A Super-Potent Greenhouse Gas Has Been Leaking Into the Atmosphere, and No One Knows Where It’s Coming From​

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Huge amounts of a super-potent greenhouse gas have been leaking into the atmosphere — but scientists don’t know for sure where they’re coming from.

One pound of HFC-23 warms the Earth about as much as about 12,000 pounds of carbon dioxide, the most prevalent climate-heating gas. If everyone was adhering to regulations for the chemical, used to make fridges and air conditioners, emissions should have basically dropped to zero.

But that’s not what’s happening: Global emissions of HFC-23 are at an all time high, according to research published this week.

And once HFC-23 is in the atmosphere, it lingers. Methane, another potent greenhouse gas, traps about 80 times the heat that CO2 does but breaks down after about 12 years. HFC-23 stays in the atmosphere for about 250 years. Luckily, there’s way less of it in the atmosphere than CO2 or methane, byproducts from industrial manufacturing and cars’ tailpipes.

HFC-23 only comes from making another chemical, HCFC-22, a refrigerant that has been mostly phased out in developed countries. Under the UN’s Montreal Protocol, an international agreement to protect the ozone, most western countries have agreed to phase out its use. (HFC-23 doesn’t directly deplete the ozone, but HCFC-22 does.)

According to the data published this week, the gap between how much countries had collectively promised to reduce their HFC-23 emissions between 2015 and 2017 and what was actually in the air was pretty significant. The extra HFC-23 had the capacity to warm the planet as much as Spain’s total annual greenhouse gas emissions.

“That’s a huge amount of emissions that could have quite easily been abated,” Kieran Stanley, an atmospheric chemistry researcher at Queen Mary University in London and the lead author of the paper, told VICE News.

Experts told VICE News that preventing this chemical from leaching into the air is easy to do: Relatively cheap technology exists that allows chemical facilities to trap it and burn it off.

“It’s pretty much the lowest hanging fruit there is,” said Alex Hillbrand, who works with the National Resources Defense Council to limit HFC pollution. “Many of the facilities that produce HCFC-22 have incinerators on them that can destroy this byproduct.”

“We know how cheap this is to do, and it should be done, period,” he added.

So who’s pumping this crap into the air?

There’s a good reason countries agreed to reduce their emissions of chemicals used in old fridges: Another study that came out earlier this week found that ozone-depleting gases, including the chemicals in air conditioners and refrigerators, were responsible for about half of the Arctic sea ice melt that took place between 1955 and 2005.

Developing countries are still using HCFC-22 as a refrigerant, but they should be burning the HFC-23 byproduct. It’s cheap to do, and the UN was until recently incentivizing its burning, which made incineration extra-cheap.

The new data about HFC-23 in the atmosphere, published this week in the journal Nature Communications, comes from monitoring devices scattered around the globe — Ireland, the West Coast, Barbados, American Samoa, and Tasmania.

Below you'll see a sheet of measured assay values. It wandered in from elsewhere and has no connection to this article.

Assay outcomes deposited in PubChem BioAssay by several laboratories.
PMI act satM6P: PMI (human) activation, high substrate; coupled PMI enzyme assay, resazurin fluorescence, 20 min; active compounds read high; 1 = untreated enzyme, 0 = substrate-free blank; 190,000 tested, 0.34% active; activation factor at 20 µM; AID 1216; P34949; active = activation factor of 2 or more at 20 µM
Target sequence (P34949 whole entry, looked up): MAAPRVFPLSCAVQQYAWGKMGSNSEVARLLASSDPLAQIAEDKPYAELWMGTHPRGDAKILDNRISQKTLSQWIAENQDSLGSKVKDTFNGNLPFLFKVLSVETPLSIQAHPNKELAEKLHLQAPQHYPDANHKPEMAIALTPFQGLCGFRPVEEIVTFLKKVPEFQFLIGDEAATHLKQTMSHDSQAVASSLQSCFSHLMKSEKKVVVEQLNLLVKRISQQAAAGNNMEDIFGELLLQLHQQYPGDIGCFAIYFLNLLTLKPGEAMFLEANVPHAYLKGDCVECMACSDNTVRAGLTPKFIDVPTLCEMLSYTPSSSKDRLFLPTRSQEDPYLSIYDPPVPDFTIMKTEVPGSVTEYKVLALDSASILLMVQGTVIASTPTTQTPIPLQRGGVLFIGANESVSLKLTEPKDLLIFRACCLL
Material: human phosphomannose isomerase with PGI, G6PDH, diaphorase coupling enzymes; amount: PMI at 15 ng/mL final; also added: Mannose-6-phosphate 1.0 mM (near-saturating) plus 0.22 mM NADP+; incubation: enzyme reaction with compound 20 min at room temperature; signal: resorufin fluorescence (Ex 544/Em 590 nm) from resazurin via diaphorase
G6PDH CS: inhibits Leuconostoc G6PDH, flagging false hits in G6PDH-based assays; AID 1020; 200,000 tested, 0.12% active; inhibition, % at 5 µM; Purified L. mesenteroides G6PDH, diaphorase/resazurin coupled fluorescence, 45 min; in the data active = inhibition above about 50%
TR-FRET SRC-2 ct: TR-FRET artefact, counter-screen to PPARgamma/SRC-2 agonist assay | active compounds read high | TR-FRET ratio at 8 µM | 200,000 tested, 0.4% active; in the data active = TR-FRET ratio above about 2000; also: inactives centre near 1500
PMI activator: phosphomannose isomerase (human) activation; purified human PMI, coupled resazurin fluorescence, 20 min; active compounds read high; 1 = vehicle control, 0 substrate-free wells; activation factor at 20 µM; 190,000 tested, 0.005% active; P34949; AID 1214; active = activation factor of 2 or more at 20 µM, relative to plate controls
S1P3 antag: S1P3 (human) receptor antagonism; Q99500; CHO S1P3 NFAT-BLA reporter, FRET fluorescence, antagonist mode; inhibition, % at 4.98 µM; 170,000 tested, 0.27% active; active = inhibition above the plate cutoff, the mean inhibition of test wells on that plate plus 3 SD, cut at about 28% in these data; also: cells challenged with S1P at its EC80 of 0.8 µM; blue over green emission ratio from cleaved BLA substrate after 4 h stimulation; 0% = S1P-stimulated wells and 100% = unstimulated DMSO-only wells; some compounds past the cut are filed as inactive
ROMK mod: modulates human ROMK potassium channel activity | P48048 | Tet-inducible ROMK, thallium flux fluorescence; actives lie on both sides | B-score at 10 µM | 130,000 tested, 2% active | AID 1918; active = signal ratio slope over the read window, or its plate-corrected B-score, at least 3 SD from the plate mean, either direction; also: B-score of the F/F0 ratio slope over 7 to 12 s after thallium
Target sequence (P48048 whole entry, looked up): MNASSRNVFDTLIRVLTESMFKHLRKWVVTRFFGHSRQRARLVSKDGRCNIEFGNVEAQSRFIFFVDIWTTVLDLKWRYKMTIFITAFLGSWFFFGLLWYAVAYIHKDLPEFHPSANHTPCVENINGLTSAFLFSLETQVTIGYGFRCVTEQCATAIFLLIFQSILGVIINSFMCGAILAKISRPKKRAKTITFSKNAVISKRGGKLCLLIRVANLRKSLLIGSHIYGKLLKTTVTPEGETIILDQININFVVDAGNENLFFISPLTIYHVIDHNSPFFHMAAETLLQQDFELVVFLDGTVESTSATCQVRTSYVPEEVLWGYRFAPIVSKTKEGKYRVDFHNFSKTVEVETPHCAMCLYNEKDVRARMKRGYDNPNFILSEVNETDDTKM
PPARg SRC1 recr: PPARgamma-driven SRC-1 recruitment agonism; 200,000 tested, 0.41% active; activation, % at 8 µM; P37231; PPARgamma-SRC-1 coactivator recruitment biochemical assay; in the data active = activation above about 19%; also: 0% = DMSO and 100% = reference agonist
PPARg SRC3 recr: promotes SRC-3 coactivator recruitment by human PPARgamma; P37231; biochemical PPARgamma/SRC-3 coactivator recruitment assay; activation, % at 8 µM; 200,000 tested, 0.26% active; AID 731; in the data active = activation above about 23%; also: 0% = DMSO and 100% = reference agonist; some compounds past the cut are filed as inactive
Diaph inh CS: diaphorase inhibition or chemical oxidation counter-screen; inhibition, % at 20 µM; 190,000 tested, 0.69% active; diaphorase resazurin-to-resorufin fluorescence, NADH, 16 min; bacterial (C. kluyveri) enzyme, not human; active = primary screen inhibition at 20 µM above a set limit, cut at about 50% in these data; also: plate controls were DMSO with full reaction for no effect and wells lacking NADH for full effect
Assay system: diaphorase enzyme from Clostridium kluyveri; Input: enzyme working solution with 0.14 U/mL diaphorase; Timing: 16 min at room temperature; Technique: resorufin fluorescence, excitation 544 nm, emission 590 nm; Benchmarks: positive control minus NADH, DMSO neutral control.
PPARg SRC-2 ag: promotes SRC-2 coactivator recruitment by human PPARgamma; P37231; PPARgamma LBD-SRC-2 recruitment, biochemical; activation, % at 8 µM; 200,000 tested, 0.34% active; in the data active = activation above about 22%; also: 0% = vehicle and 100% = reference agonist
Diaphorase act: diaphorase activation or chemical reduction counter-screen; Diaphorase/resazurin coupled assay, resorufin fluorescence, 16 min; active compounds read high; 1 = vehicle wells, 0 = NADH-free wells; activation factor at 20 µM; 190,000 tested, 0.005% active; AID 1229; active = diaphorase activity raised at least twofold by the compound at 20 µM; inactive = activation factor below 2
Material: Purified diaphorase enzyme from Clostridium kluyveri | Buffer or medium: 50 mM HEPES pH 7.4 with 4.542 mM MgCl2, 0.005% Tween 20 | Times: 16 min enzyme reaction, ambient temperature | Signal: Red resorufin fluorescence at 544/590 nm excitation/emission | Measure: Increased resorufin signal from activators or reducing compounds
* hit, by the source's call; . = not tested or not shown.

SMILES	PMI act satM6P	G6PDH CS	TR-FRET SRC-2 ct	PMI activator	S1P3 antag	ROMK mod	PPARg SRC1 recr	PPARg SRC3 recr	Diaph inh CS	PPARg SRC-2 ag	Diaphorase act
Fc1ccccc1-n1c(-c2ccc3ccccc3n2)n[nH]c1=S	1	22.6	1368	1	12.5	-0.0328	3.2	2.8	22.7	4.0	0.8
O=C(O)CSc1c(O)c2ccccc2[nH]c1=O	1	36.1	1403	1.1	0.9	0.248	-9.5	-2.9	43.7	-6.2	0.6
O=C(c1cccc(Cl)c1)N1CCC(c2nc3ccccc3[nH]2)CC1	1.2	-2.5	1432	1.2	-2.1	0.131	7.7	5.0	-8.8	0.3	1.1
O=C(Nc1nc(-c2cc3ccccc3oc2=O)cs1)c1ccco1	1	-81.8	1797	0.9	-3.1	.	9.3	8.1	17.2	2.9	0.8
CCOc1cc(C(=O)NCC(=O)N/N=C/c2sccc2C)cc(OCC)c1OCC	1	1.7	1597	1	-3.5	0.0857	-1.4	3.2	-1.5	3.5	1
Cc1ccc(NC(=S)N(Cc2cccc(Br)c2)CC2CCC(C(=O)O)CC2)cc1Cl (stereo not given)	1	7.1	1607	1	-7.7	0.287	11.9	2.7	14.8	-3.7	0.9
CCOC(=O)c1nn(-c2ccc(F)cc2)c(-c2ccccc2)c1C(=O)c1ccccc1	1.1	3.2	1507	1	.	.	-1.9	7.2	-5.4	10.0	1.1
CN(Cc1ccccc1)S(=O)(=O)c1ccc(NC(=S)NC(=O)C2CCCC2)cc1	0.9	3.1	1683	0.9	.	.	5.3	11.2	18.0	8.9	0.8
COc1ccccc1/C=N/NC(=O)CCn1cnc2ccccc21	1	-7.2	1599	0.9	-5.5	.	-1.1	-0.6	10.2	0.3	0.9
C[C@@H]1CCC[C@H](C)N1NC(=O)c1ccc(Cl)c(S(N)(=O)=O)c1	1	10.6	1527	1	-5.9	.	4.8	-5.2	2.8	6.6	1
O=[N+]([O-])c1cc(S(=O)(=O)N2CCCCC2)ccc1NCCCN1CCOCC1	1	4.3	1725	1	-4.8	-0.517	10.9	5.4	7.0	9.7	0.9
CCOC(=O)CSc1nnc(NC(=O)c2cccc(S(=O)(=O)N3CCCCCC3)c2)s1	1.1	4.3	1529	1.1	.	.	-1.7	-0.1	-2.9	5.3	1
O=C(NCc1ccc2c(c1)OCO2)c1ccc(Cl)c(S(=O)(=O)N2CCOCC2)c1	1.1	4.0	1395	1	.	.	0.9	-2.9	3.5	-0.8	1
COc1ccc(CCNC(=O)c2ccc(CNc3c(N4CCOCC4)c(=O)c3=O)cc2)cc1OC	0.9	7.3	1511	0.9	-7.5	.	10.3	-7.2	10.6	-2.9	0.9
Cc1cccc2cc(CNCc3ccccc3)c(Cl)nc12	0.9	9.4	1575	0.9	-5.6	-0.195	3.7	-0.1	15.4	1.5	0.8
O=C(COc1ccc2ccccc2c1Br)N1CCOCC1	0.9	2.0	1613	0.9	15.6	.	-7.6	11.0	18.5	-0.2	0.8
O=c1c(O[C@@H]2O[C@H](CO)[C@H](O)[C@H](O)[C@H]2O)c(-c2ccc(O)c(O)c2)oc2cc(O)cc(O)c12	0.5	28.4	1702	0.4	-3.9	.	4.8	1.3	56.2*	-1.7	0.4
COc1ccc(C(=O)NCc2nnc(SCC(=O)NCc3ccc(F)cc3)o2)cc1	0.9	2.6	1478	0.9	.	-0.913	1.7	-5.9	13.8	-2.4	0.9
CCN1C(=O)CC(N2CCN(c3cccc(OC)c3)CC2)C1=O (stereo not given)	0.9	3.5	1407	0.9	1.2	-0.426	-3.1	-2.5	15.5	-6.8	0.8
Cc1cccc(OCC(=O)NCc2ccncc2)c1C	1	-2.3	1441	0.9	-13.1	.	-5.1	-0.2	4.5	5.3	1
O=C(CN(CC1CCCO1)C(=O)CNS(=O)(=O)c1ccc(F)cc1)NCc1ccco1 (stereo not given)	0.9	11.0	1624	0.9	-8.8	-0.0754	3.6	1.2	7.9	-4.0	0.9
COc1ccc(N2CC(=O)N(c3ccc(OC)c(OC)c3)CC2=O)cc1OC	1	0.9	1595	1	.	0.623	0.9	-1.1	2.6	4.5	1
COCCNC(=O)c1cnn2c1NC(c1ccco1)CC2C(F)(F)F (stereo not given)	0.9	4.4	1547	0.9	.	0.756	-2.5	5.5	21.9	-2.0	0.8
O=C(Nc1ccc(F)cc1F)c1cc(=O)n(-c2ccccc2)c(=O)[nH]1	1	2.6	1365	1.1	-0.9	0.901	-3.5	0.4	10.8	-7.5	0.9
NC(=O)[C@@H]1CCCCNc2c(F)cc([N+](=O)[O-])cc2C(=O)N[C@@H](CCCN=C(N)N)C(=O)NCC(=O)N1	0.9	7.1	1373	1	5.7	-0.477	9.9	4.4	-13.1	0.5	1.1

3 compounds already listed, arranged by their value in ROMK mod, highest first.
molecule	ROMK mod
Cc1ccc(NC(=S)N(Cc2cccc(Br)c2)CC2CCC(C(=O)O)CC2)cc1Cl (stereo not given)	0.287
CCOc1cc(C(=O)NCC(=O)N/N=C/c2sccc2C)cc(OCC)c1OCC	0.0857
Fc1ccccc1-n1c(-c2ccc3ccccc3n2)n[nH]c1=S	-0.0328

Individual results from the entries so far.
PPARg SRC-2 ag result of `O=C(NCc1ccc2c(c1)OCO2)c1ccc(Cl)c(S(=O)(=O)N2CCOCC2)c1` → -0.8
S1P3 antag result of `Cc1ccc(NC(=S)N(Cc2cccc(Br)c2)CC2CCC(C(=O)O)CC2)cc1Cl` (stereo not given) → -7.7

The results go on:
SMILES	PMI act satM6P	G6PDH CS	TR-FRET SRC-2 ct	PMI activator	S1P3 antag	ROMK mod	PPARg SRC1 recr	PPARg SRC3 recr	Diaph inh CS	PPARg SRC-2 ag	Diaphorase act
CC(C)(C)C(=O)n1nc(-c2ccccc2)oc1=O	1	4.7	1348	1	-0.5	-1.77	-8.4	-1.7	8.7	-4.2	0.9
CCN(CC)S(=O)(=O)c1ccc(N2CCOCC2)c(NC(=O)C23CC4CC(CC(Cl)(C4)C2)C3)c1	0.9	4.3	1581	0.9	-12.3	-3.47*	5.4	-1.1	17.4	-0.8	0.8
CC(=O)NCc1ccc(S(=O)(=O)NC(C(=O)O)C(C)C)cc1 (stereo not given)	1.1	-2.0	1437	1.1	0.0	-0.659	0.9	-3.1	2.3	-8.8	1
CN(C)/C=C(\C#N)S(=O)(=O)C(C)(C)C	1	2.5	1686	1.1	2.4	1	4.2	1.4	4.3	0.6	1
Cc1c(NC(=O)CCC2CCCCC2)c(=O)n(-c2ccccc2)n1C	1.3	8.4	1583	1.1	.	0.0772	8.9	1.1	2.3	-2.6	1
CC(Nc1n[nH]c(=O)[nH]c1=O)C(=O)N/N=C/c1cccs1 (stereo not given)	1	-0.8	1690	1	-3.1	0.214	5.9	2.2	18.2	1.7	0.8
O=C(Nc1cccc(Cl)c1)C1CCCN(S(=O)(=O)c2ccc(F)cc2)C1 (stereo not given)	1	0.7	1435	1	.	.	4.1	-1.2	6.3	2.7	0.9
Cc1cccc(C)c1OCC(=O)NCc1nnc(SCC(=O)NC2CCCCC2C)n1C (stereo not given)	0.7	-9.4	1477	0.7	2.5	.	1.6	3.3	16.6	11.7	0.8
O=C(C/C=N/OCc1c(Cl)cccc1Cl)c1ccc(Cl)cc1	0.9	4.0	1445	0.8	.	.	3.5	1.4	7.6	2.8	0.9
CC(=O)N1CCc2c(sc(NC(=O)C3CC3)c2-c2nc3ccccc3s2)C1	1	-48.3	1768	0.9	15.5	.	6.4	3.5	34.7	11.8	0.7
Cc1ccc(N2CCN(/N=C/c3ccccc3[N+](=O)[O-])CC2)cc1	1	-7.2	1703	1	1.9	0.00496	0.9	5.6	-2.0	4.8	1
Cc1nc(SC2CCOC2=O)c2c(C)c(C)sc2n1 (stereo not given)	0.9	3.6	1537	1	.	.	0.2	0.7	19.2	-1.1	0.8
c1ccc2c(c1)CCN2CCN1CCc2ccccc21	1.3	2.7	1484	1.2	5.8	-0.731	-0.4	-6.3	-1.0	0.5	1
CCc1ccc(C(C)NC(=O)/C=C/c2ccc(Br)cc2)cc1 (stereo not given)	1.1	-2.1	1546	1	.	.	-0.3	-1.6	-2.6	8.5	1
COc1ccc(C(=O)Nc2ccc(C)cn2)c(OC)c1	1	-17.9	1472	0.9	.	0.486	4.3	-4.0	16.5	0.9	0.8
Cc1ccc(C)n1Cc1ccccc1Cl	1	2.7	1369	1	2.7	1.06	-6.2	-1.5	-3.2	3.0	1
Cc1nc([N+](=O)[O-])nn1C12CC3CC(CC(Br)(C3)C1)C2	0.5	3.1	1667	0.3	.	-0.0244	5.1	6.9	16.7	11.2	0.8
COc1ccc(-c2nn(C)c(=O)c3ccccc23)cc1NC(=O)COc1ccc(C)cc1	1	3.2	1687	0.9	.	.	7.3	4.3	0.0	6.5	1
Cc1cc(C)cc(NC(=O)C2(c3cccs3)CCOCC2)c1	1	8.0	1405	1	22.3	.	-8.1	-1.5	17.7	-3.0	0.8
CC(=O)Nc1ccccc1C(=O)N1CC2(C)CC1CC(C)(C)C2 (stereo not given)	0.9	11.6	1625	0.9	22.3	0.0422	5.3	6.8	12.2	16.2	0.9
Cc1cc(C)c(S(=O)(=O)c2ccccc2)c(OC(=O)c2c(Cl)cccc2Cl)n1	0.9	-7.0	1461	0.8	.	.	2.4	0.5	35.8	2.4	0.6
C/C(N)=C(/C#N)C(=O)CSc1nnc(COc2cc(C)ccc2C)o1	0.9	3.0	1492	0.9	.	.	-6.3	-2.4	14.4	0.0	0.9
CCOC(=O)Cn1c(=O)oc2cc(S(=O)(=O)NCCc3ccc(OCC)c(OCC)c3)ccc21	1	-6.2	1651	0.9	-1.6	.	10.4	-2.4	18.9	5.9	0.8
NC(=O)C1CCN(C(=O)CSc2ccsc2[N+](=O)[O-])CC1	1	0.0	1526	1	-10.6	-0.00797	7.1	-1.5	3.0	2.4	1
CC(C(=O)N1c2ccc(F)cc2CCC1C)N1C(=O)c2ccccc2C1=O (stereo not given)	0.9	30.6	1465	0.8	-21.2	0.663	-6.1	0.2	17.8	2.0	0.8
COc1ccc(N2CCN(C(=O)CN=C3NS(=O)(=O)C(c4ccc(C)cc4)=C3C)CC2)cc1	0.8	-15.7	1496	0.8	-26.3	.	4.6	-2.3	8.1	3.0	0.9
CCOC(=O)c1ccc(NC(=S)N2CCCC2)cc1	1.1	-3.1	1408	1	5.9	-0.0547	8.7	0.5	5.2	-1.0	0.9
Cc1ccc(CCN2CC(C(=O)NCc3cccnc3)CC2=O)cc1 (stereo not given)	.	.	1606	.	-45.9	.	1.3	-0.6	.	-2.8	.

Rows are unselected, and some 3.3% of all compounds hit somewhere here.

China and India, which still produce and use HCFC-22 as a refrigerant, are the two biggest emitters, by their own admission. But if every country were emitting what they reported they were emitting, detected levels of its byproduct, HFC-23, in the atmosphere wouldn’t be nearly as high.

“Where the culprits are distributed, we just don’t know at the moment.”

But the data that the researchers have collected isn’t granular enough to say who’s polluting. They suspect that either big facilities, likely in China or India, just aren’t running their incinerators — or a slew of illegal refrigerant operations could be popping up somewhere that don’t have incinerators at all.

To figure that out, researchers will have to measure the HFC-23 content in the air closer to the sources of pollution.

“We can’t point the finger at China and say, ‘We know you’re not emitting what you say you are emitting,” Stanley said. “Where the culprits are distributed, we just don’t know at the moment.”

Just last year, another group of researchers developed a method to pinpoint the source of emissions of ozone-depleting chlorofluorocarbon, whose production had been banned worldwide. And they plan to use the same process to figure out who’s responsible for the uptick in HFC-23 pollution.

But even the coolants used now still contain a less-potent planet-heating chemical. The new generation of refrigerants, known as HFOs, trap about four times as much heat as carbon dioxide.

“Your fridge, whatever gas it uses as its coolant, over time you will get leaks that happen,” Stanley said. “So obviously that’s going to end up in the atmosphere.”

Cover image: In this Tuesday, May 17, 2016 file photo, an Indian boy of a migrant daily wageworker sleeps in scorching summer temperatures near an air conditioner shop at a marketplace in New Delhi, India. Nations reached a deal Saturday, Oct. 15, 2016 to limit the use of hydrofluorocarbons, or HFCs – greenhouse gases far more powerful than carbon dioxide that are used in air conditioners and refrigerators, in a major effort to fight climate change. (AP Photo/Altaf Qadri, File)

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